Default or fixed rate mortgages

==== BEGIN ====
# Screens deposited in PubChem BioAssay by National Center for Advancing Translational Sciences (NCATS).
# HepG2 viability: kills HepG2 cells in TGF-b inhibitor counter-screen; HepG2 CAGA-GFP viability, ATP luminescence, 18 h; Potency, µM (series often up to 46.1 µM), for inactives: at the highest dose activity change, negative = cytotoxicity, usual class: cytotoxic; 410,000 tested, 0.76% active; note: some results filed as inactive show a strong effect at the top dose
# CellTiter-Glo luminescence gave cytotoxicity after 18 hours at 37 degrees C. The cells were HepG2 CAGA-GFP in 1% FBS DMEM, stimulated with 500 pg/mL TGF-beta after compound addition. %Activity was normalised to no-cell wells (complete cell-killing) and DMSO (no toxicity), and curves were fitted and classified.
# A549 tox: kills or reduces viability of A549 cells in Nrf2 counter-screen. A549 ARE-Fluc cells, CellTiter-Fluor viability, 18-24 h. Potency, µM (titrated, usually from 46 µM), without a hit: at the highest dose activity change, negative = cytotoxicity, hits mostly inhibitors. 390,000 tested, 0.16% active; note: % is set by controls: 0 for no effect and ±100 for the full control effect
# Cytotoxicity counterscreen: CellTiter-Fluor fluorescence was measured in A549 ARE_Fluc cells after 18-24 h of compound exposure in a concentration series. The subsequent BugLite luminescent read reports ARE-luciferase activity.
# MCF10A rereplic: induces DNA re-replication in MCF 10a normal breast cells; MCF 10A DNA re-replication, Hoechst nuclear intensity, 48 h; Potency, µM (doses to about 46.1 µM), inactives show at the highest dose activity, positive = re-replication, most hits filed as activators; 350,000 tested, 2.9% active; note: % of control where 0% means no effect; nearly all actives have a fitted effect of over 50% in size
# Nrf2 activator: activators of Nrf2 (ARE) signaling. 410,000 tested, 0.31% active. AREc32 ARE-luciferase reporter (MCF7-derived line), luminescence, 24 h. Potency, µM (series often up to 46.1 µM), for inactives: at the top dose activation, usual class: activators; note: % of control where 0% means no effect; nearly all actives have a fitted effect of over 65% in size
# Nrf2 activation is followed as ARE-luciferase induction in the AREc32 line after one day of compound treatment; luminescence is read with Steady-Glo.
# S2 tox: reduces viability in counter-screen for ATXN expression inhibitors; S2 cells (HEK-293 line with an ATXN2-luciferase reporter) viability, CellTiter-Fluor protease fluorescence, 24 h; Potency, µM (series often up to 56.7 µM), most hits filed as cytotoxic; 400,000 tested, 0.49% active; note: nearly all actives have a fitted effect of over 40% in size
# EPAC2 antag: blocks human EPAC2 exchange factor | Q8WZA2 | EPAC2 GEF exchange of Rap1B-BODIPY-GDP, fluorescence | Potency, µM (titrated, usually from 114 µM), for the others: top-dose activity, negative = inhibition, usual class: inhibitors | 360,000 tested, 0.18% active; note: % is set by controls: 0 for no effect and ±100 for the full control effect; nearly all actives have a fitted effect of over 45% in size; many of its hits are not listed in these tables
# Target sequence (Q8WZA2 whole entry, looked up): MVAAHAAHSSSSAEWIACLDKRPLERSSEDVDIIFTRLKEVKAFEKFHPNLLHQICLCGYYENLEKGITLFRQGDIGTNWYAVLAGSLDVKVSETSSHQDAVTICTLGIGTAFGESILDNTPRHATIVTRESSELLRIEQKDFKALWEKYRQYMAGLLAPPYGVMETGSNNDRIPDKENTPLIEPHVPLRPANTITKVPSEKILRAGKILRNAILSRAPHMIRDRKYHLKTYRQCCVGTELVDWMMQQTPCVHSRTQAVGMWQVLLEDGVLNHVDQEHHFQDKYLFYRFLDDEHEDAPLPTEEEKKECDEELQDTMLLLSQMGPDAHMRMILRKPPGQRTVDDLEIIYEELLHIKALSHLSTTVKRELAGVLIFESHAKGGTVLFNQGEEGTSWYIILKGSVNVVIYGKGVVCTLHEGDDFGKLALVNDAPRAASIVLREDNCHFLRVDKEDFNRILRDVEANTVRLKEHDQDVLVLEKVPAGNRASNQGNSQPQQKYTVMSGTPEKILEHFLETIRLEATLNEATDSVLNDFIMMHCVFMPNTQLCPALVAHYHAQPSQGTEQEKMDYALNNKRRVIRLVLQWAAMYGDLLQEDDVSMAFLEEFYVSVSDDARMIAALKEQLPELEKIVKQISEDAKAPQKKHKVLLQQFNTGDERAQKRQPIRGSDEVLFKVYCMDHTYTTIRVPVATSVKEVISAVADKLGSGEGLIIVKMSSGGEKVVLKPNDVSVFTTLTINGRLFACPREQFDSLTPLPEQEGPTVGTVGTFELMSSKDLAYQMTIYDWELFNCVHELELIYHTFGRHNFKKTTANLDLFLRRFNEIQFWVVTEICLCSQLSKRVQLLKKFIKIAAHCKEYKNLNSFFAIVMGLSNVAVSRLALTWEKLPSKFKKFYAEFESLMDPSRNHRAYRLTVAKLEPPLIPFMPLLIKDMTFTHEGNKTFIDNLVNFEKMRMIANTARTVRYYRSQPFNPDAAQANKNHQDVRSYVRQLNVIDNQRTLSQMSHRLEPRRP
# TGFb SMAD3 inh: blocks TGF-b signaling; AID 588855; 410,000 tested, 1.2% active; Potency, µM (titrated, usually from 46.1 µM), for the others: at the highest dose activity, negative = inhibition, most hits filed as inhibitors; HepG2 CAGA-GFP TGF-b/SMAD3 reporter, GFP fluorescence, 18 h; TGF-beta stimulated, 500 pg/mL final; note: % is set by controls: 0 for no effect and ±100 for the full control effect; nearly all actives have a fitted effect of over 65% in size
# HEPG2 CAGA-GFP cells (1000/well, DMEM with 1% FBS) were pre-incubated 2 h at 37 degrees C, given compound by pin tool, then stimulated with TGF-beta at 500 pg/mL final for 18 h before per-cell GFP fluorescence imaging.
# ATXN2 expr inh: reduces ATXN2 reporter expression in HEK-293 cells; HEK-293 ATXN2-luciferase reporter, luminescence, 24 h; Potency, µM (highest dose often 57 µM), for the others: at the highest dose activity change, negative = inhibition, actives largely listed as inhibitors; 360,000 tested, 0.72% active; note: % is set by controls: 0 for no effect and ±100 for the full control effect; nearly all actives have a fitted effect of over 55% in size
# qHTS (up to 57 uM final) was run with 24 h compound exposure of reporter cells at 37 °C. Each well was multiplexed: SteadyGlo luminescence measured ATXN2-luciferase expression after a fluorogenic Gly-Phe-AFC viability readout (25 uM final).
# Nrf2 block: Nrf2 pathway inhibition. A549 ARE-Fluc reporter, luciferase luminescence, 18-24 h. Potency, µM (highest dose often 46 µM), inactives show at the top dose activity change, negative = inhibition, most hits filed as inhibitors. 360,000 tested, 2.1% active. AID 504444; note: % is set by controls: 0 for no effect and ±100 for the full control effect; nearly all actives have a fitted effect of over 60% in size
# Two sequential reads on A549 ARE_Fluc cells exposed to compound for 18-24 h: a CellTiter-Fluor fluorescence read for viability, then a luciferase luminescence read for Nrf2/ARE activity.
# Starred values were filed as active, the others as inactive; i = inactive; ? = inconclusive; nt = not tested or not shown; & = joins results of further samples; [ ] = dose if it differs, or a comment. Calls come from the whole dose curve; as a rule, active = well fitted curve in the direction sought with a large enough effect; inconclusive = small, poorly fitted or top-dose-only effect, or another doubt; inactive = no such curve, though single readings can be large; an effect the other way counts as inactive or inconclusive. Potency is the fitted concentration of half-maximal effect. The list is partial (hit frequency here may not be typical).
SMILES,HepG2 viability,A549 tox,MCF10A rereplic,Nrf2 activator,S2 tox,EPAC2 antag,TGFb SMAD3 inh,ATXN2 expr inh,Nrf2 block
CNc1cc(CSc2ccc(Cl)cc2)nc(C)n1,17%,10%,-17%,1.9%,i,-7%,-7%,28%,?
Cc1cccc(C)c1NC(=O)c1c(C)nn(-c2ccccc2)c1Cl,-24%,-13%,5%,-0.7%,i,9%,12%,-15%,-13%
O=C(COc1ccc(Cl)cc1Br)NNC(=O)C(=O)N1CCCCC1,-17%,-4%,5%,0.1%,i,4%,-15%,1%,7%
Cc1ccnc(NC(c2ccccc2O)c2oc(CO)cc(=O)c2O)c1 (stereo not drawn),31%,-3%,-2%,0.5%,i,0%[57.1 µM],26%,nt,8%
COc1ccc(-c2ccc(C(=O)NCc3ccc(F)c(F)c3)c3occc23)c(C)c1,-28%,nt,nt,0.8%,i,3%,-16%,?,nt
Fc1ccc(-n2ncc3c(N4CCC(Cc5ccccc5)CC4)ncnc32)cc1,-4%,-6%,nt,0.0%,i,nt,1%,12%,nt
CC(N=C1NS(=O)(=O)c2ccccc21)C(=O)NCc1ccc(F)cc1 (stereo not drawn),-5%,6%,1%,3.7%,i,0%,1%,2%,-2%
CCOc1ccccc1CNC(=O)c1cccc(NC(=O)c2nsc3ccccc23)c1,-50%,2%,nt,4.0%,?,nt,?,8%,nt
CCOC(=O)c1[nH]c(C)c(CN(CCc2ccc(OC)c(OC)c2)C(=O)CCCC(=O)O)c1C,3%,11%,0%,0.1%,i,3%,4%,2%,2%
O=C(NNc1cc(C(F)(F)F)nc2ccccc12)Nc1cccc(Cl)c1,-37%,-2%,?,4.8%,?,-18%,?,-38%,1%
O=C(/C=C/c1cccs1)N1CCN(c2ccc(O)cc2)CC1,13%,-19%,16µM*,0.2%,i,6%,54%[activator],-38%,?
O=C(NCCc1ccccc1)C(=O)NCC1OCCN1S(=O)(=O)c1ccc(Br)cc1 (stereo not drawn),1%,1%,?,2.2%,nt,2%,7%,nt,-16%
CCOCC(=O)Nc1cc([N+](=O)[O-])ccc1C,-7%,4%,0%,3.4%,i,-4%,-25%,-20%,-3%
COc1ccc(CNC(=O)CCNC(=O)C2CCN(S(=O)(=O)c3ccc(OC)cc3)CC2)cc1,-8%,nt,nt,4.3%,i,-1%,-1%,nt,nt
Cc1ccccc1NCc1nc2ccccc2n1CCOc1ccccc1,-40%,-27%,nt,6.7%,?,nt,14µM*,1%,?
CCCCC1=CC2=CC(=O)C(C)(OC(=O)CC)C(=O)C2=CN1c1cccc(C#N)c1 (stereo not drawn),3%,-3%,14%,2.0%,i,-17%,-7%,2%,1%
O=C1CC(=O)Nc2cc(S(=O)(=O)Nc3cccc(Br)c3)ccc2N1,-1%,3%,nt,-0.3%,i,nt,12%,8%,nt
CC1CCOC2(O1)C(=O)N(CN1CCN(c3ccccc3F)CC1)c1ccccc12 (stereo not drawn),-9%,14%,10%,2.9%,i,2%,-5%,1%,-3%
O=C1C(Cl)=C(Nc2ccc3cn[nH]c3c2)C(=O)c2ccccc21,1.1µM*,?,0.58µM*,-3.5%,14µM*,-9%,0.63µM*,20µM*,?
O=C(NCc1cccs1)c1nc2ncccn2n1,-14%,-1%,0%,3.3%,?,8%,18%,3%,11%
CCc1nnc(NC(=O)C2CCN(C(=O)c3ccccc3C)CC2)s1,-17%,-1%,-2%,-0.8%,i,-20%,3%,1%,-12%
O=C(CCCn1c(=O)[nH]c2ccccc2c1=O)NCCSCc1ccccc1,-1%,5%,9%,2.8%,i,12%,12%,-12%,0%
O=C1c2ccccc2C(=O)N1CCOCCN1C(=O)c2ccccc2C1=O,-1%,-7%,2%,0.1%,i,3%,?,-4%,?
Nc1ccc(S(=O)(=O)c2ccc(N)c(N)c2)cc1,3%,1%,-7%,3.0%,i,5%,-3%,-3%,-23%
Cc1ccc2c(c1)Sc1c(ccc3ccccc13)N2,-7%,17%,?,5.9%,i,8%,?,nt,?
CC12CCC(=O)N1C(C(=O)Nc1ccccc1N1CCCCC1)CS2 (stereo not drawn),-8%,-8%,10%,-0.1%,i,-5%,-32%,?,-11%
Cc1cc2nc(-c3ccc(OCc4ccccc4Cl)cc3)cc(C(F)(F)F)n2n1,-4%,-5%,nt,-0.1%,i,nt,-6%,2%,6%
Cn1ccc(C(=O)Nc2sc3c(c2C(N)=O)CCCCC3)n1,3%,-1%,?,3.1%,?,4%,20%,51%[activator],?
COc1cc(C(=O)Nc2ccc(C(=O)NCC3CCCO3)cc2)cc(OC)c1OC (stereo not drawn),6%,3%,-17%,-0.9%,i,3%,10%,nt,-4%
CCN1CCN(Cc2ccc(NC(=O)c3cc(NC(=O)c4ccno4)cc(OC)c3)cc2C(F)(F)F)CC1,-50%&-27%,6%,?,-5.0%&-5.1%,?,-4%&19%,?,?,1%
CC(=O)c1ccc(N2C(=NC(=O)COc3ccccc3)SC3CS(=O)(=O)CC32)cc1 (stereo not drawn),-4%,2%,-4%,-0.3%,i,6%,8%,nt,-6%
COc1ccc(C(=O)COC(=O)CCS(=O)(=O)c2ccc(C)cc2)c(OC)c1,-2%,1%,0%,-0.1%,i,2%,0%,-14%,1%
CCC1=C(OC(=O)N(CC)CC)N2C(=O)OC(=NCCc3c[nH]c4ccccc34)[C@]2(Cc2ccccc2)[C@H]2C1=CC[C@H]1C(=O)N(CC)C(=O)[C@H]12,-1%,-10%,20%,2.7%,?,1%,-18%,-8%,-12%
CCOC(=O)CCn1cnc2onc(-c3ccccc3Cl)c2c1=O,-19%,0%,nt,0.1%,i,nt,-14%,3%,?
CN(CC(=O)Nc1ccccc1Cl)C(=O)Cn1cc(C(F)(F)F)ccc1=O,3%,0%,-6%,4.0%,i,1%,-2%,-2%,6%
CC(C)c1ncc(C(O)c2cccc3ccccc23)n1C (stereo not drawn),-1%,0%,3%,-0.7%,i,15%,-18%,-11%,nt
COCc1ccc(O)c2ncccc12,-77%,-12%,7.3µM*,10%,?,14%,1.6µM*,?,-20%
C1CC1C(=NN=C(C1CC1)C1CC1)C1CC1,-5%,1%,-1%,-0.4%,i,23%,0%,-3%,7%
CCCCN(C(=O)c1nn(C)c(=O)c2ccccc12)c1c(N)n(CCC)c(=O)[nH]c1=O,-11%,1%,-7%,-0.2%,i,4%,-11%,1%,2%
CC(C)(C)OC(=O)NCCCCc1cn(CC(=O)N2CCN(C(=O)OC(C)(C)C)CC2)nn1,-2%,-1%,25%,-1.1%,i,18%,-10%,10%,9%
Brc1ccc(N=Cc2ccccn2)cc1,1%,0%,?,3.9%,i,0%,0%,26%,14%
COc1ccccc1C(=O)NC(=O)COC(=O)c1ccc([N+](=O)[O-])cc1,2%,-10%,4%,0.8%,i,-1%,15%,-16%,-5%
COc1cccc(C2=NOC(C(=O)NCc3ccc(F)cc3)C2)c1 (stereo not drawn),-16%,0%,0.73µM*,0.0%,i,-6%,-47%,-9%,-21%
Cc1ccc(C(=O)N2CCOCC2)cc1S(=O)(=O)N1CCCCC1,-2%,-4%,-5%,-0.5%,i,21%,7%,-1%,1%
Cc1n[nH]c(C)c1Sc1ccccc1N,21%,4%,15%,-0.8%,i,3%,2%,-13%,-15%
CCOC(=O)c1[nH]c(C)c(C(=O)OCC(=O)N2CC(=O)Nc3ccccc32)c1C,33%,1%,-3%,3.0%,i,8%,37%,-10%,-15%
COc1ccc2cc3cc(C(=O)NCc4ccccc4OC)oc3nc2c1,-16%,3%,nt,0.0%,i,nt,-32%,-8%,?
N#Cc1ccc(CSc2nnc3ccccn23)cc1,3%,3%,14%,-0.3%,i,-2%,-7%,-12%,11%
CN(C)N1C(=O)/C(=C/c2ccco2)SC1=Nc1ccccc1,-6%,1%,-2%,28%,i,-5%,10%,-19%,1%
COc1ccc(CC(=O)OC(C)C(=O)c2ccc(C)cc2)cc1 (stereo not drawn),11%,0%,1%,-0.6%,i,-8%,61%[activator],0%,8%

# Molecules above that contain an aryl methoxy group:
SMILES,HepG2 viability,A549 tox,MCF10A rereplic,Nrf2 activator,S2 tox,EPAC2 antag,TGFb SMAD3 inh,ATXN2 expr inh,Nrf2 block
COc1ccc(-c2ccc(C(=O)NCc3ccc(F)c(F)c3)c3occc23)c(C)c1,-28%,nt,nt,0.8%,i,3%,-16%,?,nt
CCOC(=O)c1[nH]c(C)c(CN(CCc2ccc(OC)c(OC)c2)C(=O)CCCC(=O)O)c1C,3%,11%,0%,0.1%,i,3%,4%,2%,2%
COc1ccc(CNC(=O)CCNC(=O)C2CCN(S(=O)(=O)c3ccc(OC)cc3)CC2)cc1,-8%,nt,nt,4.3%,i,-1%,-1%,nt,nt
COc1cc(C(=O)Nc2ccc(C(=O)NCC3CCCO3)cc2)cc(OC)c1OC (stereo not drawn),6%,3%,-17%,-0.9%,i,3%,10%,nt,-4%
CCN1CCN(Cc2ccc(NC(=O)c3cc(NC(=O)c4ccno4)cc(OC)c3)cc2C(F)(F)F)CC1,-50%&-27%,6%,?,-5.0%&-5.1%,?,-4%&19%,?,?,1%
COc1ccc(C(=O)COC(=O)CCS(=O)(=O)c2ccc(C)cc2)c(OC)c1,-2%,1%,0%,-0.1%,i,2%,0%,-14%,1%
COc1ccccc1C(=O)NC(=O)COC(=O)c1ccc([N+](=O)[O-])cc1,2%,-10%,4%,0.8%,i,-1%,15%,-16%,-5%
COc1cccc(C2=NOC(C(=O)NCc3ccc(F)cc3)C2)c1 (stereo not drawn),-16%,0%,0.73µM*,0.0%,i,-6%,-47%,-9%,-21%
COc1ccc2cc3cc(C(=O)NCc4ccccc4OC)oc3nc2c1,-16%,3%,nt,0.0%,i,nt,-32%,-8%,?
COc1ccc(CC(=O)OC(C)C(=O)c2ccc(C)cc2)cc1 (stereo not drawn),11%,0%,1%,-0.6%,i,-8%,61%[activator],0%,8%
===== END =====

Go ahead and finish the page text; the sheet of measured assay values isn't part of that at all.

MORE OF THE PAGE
From consumer loans to installment loans to credit cards and now to interest-only adjustable rate mortgages. The old adage, “If it sounds (looks) to good to be true, it probably isn’t,” is still as true today as it was in 1959 when newspaper headlines read “Never have So Many Owed So Much.” Every week since September, the Business Week magazine has run an article on the housing market. Newspapers run stories each week either focused on families that are losing their housing due to inability to meet changing rates based on the adjustable rate mortgages or focused on the ever increasing mortgage defaults on the side of lending institutions. Alan Greenspan has already warned that the housing fallout will impact other areas of the economy and he “puts the odds of a recession by the end of the year at one in three.” (according to a New York Times article.) Wouldn’t it just be smarter for banks to leave the interest rates alone, or rewrite the loans at a fixed rate. This way families can continue to make their mortgage payments and banks don’t have to worry about default loans. This seems like a win-win situation to me that would help the overall economy and prevent a further recession.